When the word 'computer' entered the general vocabulary in the 1950s, the most advanced example filled a reasonable sized room. Three decades of rapid technological revolution have resulted in the acceptance of computers in nearly every office, school and home. A corresponding dramatic rise in the status of 'information' has promoted the people who manipulate it from the status of office clerks to information scientists.
Despite the wonderful claims for the abilities of the computer and the hallowed tones of 'computerese', Theodore Roszak dares to suggest that perhaps, like the unfortunate emperor, the computer has been overdressed with false claims made by those with something to gain by it – elements in our society that are making some of the most morally questionable uses of computer power. Roszak challenges the reader to ask:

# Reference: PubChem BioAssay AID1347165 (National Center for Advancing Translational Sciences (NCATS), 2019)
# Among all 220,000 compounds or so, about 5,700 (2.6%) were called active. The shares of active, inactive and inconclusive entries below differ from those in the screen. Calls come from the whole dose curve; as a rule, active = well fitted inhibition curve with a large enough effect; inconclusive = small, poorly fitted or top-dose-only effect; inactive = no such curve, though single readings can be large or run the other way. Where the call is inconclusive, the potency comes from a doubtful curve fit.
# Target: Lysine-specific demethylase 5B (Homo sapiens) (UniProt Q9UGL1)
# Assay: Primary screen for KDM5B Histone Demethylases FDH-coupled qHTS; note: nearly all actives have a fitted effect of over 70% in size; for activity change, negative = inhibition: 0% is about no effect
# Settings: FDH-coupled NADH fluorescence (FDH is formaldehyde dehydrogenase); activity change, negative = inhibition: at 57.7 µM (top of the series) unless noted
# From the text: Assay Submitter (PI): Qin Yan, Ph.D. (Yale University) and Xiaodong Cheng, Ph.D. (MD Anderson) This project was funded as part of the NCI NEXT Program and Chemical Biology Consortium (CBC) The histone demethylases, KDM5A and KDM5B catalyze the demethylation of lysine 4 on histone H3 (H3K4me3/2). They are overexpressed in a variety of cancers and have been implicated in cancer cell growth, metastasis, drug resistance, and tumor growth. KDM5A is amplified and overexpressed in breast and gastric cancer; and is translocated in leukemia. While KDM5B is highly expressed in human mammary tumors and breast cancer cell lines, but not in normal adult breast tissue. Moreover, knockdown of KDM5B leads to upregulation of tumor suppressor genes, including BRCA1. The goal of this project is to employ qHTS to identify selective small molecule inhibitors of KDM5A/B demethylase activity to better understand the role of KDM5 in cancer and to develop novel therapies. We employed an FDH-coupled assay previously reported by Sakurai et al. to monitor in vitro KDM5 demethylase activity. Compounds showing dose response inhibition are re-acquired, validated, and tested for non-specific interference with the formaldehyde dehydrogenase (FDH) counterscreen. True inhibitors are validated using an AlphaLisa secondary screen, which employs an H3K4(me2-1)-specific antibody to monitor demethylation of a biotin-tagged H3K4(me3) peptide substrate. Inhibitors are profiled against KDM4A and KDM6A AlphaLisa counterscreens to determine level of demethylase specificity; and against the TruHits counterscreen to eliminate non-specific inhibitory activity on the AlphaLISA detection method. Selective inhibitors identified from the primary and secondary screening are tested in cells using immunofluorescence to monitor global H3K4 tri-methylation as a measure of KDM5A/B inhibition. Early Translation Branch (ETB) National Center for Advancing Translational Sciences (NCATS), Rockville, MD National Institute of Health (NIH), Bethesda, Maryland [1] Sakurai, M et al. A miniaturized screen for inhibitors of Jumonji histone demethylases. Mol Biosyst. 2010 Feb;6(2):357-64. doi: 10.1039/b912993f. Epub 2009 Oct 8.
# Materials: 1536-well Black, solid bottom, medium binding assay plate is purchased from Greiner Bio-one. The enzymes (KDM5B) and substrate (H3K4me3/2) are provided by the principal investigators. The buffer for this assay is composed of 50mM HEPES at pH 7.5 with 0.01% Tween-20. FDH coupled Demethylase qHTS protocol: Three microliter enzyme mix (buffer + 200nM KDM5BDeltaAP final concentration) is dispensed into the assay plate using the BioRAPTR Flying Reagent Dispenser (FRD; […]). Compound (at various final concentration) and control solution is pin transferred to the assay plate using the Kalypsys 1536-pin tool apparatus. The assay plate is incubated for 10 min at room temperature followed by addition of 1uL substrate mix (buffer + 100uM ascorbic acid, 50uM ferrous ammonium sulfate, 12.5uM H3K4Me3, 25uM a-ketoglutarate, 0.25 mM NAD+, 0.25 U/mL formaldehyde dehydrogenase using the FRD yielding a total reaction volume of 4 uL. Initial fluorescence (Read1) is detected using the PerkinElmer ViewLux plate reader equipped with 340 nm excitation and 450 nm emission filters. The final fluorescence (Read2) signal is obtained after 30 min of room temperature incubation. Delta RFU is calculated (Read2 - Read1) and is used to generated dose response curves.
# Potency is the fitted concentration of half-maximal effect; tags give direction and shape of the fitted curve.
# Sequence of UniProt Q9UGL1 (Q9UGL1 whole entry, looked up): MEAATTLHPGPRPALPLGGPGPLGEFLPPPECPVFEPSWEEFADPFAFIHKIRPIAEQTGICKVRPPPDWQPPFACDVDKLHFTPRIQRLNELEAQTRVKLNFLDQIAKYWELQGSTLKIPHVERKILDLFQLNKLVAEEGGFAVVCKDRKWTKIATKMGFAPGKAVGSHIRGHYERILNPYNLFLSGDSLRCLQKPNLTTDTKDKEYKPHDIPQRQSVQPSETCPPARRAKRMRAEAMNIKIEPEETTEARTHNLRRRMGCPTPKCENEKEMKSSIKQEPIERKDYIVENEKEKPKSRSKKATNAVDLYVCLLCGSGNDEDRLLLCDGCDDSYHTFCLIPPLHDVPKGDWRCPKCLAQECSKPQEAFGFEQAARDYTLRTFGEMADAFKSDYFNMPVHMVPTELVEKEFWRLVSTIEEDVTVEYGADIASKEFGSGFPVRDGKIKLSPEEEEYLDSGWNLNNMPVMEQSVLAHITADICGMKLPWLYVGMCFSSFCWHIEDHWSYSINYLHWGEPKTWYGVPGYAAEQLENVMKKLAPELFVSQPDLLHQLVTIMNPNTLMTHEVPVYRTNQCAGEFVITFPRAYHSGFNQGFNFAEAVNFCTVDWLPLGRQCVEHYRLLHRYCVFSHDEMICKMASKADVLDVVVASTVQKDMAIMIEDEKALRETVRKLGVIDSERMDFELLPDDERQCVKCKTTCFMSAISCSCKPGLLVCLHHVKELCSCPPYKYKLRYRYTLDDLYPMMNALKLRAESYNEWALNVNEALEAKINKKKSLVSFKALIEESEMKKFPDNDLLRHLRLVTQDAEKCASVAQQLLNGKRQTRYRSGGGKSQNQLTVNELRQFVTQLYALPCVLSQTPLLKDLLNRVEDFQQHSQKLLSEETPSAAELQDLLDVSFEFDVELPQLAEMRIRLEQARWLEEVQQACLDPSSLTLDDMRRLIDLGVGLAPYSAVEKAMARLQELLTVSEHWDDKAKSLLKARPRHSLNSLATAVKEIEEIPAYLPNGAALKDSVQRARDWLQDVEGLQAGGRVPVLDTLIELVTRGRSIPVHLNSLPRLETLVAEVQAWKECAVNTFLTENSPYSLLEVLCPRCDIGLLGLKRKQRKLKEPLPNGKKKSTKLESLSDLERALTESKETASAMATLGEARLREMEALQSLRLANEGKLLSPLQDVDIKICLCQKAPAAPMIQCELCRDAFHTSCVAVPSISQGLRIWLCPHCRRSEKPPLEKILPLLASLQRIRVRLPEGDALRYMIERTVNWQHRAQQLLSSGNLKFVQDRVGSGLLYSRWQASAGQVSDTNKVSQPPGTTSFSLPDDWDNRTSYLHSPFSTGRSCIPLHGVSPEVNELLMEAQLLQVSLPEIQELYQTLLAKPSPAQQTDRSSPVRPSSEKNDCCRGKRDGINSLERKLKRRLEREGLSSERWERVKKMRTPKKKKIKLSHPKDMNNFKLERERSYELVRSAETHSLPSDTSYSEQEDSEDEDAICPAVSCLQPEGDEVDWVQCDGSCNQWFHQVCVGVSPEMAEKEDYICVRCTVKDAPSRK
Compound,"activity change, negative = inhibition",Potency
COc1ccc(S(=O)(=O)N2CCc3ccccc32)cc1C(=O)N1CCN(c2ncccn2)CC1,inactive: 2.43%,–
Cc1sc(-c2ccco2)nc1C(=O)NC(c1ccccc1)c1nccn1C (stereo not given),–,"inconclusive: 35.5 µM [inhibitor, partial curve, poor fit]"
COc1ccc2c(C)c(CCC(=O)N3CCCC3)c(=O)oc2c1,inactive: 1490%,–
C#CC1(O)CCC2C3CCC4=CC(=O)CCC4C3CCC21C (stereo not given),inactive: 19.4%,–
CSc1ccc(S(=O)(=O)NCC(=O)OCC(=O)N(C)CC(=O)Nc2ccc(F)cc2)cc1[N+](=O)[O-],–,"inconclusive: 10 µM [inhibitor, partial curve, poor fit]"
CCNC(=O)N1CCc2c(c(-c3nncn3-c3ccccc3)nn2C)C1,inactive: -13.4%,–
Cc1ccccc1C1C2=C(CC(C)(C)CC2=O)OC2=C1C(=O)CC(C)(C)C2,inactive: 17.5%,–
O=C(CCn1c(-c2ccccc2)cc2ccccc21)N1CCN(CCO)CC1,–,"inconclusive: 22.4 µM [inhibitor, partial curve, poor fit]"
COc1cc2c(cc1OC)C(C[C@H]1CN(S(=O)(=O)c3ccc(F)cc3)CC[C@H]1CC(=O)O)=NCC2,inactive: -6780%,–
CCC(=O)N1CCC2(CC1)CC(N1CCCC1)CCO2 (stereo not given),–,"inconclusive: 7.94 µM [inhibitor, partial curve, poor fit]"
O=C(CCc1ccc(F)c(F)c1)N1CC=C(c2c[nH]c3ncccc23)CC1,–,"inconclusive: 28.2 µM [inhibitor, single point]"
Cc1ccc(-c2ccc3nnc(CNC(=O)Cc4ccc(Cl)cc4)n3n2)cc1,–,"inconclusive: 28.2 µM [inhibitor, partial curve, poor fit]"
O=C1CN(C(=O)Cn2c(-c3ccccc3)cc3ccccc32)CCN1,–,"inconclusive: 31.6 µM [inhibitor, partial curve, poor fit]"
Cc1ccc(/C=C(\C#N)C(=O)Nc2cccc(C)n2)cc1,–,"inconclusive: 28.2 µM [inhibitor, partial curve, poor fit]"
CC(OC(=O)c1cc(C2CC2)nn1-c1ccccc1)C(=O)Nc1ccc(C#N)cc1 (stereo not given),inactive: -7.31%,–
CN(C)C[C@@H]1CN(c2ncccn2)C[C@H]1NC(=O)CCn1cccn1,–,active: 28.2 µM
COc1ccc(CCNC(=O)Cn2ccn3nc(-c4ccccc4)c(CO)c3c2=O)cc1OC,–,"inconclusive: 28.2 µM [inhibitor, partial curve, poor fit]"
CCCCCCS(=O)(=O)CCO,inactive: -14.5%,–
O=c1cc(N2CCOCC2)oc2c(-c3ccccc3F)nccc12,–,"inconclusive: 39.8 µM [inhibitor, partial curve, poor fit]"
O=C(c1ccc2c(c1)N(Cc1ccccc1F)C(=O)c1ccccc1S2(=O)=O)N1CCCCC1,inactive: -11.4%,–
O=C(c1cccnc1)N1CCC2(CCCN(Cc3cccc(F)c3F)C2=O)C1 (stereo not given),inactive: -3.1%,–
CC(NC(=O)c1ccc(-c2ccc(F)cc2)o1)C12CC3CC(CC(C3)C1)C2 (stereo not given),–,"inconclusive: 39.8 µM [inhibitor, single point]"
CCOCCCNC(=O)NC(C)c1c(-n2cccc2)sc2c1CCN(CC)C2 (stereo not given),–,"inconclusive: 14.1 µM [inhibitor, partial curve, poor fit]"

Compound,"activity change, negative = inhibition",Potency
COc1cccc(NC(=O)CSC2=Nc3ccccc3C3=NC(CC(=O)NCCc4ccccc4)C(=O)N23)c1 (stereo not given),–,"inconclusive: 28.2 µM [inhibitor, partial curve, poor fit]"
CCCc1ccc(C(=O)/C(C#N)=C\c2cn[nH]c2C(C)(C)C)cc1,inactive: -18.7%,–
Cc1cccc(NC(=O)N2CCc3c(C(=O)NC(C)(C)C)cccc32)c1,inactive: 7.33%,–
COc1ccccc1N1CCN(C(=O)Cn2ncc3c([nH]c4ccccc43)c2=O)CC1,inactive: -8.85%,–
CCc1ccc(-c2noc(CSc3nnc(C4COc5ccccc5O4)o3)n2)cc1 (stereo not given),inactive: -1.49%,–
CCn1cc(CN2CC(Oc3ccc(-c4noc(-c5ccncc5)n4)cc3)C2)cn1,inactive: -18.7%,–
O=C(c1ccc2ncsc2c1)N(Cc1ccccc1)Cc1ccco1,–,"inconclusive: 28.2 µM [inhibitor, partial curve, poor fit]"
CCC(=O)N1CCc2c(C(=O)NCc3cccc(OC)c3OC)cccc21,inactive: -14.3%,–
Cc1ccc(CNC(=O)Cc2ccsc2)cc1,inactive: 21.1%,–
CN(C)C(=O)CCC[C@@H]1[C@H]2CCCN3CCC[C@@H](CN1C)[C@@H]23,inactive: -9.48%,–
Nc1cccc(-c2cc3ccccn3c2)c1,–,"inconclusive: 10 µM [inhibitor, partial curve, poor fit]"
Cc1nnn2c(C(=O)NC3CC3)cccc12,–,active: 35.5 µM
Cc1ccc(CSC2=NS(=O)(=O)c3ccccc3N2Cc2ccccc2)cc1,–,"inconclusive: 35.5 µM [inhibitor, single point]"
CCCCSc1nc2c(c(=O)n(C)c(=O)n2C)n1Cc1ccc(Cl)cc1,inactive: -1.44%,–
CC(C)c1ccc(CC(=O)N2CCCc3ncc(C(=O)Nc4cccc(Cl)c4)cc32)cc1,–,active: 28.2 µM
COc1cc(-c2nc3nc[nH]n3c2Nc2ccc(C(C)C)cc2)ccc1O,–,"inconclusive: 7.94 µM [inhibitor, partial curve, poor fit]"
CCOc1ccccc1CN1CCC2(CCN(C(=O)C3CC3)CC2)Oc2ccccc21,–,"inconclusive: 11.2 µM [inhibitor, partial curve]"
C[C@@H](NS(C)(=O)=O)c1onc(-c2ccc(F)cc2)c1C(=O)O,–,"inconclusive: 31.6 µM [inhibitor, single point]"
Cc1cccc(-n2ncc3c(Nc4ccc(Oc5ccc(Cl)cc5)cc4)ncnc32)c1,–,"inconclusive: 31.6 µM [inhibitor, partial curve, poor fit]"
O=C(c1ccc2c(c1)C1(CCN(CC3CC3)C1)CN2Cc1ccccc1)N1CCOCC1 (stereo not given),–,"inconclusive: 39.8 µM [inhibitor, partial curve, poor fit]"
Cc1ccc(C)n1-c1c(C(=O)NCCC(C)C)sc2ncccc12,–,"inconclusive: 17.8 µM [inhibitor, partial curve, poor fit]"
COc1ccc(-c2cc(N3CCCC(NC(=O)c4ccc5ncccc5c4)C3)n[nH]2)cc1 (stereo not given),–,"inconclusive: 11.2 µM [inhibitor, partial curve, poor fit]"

"Is our capacity to think creatively being undermined by the very 'information' that is supposed to help us? Is information processing being confused with science or even beginning to replace thought? And are we in danger of blurring the distinction between what machines do when they process information and what minds do when they think?"
He explains why humankind's primary beliefs, in equality, justice and in God are not computable; why great scientific theories and fundamental 'master ideas' cannot be developed by computers; and why bad ideas cannot even be refuted by them.
Roszak is no contemporary Luddite – this book was written on a word processor – but he is deeply concerned that we have all been sold a misleading and potentially harmful vision of the computerised society.